Putting research data in the cloud

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David Utting of JISC shares how £12.5 million from the Higher Education Funding Council for England (HEFCE) is being invested to give opportunities to UK researchers to store their data

There is a cultural shift taking place within UK higher education, as IT and finance teams look to make the most out of existing space, and make their contracts work harder. But how does the creation of services off campus in a virtual cloud benefit the researcher who currently carries out their work and stores it locally on their laptop? And why can’t existing free providers cater for researchers’ needs?

Reliable technology is fundamental when managing high volumes of technical datasets. If your laptop is lost or stolen it can cause a great deal of misery - in some cases a lifetime of work is lost. Working in a trusted cloud, which has been specifically set up to accommodate your needs as a researcher, means you will also save time and resources. The aim is to have software that can help you manage your data, store it and work with your colleagues all in one place without switching between systems.

The latest phase of the Universities Modernisation Fund in the UK intends to boost the ability of UK universities to research and work in the cloud. The aim is to provide universities with the advice, guidance and support they need to make the best use of the many opportunities that the cloud has to offer. This may be by working with their existing infrastructures or, as their current contracts need to be renewed, give them access to a range of virtual cloud services, including data management and storage services at discounted prices.

This isn’t as simple as looking for a one-size-fits-all approach for UK higher education using one supplier to manage and host a cloud solution. Over the next year we are setting up a national broker service through JANET(UK), the provider of the UK’s joint academic network, to negotiate between universities and commercial suppliers in the procurement of shared virtual services and data management capacity. This will give universities a range of options to suit their individual needs on terms and conditions tailored to meet the particular demands of the sector. This is not just about using remote data centres, but also about the sort of cloud-based applications that researchers would find helpful to maximise their research outputs.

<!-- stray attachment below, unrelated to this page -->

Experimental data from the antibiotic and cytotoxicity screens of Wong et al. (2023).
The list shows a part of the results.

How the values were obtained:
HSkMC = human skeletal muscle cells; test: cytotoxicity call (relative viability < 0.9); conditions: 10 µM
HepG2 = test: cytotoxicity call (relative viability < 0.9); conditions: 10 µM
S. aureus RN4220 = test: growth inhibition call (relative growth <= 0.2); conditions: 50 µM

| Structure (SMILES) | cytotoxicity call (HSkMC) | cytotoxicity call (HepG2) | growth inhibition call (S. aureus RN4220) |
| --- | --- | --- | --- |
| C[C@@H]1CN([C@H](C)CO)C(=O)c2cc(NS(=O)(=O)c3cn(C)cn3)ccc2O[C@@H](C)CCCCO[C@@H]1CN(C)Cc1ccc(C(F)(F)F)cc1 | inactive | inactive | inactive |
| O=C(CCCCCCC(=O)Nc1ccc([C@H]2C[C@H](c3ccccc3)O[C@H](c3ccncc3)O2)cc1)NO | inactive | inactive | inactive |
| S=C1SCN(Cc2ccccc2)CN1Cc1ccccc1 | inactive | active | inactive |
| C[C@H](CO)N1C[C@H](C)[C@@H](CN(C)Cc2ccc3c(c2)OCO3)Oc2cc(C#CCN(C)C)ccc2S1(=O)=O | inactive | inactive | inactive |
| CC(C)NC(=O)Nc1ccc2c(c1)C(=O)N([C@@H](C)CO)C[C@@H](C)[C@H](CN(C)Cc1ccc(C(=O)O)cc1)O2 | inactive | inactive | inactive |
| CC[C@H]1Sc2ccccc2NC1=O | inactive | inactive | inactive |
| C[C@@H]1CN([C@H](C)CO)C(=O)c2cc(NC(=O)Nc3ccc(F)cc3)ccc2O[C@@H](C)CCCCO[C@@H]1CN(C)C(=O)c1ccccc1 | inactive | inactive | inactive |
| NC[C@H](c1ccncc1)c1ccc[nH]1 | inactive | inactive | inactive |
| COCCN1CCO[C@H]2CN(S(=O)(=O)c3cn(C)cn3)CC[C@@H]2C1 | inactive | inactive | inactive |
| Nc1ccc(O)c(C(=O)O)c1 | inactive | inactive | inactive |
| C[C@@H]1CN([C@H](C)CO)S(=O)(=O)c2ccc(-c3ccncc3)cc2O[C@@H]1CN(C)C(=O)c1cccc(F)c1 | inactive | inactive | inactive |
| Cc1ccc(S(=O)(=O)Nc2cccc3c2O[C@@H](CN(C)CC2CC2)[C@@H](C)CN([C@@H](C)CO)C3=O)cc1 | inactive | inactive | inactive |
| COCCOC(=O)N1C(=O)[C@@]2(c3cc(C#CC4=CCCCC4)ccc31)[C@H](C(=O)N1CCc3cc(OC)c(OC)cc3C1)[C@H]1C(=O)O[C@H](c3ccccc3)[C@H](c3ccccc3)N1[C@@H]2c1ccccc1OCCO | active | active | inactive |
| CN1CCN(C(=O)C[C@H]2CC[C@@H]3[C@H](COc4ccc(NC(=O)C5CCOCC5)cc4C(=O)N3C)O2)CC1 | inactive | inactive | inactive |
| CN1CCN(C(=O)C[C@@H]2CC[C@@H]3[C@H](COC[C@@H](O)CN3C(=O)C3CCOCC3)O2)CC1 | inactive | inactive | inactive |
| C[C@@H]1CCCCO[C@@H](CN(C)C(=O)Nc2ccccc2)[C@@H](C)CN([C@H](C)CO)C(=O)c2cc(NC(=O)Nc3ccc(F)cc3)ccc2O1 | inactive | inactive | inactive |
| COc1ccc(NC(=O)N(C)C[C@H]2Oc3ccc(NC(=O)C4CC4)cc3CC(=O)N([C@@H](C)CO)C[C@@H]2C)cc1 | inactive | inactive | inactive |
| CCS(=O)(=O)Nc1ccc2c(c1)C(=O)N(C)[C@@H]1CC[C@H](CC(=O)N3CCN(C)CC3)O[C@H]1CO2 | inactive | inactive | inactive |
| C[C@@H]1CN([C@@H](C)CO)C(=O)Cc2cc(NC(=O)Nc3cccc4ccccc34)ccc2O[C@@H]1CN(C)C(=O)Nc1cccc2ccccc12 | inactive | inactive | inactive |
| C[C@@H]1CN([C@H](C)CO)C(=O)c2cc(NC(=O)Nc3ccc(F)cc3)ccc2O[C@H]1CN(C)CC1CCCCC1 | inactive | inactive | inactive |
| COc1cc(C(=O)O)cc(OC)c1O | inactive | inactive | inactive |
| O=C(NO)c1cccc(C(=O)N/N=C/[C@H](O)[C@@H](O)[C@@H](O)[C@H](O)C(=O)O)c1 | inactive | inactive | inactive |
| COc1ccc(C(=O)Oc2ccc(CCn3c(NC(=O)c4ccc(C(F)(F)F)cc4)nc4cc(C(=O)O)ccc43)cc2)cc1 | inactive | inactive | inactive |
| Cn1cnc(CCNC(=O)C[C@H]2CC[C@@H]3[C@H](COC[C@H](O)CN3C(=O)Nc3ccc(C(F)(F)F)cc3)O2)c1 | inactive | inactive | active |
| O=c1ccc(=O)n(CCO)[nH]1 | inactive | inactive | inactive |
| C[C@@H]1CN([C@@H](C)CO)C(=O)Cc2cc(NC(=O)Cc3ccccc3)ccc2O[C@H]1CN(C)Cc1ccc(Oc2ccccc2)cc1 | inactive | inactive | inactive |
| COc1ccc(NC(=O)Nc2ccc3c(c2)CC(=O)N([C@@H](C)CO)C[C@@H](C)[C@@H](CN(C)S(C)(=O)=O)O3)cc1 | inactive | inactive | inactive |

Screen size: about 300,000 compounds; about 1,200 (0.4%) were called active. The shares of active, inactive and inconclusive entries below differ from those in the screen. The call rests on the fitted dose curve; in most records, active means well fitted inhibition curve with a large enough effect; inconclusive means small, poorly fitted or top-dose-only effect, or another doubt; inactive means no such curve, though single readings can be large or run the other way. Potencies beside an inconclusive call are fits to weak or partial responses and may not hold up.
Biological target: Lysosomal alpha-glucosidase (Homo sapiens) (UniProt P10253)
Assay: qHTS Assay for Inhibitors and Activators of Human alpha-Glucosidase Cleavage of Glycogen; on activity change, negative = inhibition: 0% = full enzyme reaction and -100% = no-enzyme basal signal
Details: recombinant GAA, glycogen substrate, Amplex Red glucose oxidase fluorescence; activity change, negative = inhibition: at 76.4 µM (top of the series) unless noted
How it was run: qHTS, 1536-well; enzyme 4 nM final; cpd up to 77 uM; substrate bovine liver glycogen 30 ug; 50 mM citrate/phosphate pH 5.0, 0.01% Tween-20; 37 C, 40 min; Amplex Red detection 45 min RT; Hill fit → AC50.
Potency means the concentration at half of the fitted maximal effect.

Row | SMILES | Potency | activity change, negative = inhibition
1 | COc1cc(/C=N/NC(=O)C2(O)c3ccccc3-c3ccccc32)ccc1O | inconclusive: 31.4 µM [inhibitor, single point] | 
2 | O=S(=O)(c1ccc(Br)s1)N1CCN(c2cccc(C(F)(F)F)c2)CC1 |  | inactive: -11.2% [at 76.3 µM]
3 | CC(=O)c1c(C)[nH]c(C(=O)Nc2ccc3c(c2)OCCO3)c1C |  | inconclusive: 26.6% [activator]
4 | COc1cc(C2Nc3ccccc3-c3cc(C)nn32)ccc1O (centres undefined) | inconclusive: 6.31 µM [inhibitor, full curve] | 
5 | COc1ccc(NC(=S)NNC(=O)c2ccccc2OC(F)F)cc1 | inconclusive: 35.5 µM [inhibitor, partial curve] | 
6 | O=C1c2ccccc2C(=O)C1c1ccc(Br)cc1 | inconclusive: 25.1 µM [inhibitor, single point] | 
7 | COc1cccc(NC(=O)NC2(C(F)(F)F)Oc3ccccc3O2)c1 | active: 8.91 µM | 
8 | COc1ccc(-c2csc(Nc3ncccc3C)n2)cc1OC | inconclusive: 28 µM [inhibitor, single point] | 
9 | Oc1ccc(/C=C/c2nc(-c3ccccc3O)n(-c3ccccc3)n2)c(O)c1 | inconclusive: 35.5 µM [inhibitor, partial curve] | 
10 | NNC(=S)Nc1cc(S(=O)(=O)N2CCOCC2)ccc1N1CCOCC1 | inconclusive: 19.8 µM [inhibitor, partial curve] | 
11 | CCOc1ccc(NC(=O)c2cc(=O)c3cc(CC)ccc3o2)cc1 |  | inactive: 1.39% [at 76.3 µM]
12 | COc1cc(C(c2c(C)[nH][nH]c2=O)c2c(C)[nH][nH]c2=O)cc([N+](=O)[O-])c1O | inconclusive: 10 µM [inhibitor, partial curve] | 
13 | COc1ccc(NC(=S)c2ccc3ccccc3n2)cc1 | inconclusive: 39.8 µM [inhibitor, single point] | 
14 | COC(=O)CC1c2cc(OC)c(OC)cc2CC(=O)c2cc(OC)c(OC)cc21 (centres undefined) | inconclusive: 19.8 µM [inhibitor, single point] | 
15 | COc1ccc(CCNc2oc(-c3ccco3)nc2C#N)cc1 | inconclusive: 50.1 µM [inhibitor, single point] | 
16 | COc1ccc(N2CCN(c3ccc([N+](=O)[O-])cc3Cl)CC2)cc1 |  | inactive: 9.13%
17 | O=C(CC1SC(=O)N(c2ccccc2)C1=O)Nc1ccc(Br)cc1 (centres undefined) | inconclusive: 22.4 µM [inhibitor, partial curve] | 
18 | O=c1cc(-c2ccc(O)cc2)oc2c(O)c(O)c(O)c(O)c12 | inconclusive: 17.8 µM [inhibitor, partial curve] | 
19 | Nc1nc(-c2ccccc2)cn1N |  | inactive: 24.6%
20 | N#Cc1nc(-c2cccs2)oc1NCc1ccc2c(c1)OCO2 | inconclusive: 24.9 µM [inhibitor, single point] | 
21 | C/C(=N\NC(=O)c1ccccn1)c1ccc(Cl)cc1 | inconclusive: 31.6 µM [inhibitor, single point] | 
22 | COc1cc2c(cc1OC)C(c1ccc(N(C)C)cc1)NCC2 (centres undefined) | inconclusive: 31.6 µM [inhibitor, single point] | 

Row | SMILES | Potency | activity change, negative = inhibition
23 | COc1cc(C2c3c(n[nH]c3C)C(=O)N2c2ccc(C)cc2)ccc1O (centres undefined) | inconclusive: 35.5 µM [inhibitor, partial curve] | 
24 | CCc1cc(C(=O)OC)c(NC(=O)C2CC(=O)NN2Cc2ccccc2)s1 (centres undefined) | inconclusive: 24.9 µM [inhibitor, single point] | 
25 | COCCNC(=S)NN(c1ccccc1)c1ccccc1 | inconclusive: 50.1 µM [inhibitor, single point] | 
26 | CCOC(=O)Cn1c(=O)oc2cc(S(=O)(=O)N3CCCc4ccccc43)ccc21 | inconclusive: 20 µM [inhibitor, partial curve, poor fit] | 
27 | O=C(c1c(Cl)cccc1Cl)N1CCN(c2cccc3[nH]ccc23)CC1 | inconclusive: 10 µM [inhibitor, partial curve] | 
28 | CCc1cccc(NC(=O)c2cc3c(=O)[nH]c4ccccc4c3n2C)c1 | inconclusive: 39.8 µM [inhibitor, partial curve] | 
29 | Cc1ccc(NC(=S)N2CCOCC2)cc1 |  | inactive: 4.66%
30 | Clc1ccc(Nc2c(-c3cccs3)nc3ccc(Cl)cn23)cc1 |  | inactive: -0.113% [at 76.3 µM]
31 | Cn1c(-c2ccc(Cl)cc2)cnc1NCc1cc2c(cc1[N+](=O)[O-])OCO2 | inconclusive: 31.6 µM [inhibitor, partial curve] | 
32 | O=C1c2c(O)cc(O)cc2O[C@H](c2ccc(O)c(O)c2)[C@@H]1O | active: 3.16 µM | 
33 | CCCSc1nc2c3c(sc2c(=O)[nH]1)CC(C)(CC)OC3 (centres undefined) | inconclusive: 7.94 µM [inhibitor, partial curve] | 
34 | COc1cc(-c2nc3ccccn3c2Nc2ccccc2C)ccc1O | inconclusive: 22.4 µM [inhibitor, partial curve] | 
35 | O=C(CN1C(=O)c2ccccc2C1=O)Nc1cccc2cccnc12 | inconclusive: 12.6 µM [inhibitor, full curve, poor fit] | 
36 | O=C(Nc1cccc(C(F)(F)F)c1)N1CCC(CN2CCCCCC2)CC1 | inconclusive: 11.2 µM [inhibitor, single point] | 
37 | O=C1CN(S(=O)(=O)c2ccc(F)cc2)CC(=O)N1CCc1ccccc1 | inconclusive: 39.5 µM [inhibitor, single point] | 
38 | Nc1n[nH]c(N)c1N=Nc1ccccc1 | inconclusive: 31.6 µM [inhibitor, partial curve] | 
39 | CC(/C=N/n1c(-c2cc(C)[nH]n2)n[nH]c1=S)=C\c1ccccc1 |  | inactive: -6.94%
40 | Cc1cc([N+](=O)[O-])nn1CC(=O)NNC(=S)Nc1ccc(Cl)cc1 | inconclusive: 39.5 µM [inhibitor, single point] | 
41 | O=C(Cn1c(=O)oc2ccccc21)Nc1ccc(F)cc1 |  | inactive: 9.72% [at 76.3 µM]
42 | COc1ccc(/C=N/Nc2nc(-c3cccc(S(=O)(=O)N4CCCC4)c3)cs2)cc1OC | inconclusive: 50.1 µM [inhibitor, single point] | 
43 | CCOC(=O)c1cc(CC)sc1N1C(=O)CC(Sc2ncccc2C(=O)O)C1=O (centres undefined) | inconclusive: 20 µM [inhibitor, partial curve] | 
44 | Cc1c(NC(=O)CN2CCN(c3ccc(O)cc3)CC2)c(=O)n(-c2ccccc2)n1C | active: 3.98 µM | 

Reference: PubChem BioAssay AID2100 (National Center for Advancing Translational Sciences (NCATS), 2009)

The Research Excellence Framework will be introduced by HEFCE to replace the UK’s Research Assessment Exercise over the next few years. It is likely that, as with the RAE, universities will be asked to submit structured information about their research. By utilising these new applications, researchers will save time and reduce levels of bureaucracy that exist when working across different systems. It will also give them more time to focus on their grant bids and the business of researching rather the administration behind the research.

Experts at The Digital Curation Centre, which delivers best practise advice for storing, managing and protecting digital data, will also be working to help researchers and information professionals develop their skills in this area. With a new approach to migrating existing systems or adopting new ones comes an opportunity to work more effectively and efficiently.

Over the coming months JISC will be working with network and library professionals through organisations such as SCONUL to deliver additional services that improve the management of electronic resources for researchers and their support teams and the administration of a research programme throughout its  whole lifecycle. This should make the process more efficient and cost effective to manage.

The vision is for researchers to work from any location in a trusted cloud with applications and services specifically supporting their research data management needs. It is a challenge but there is a desire from the UK’s research community to see it happen and a willingness from partners and universities to adopt such an approach.

David Utting is director of service relationships at JISC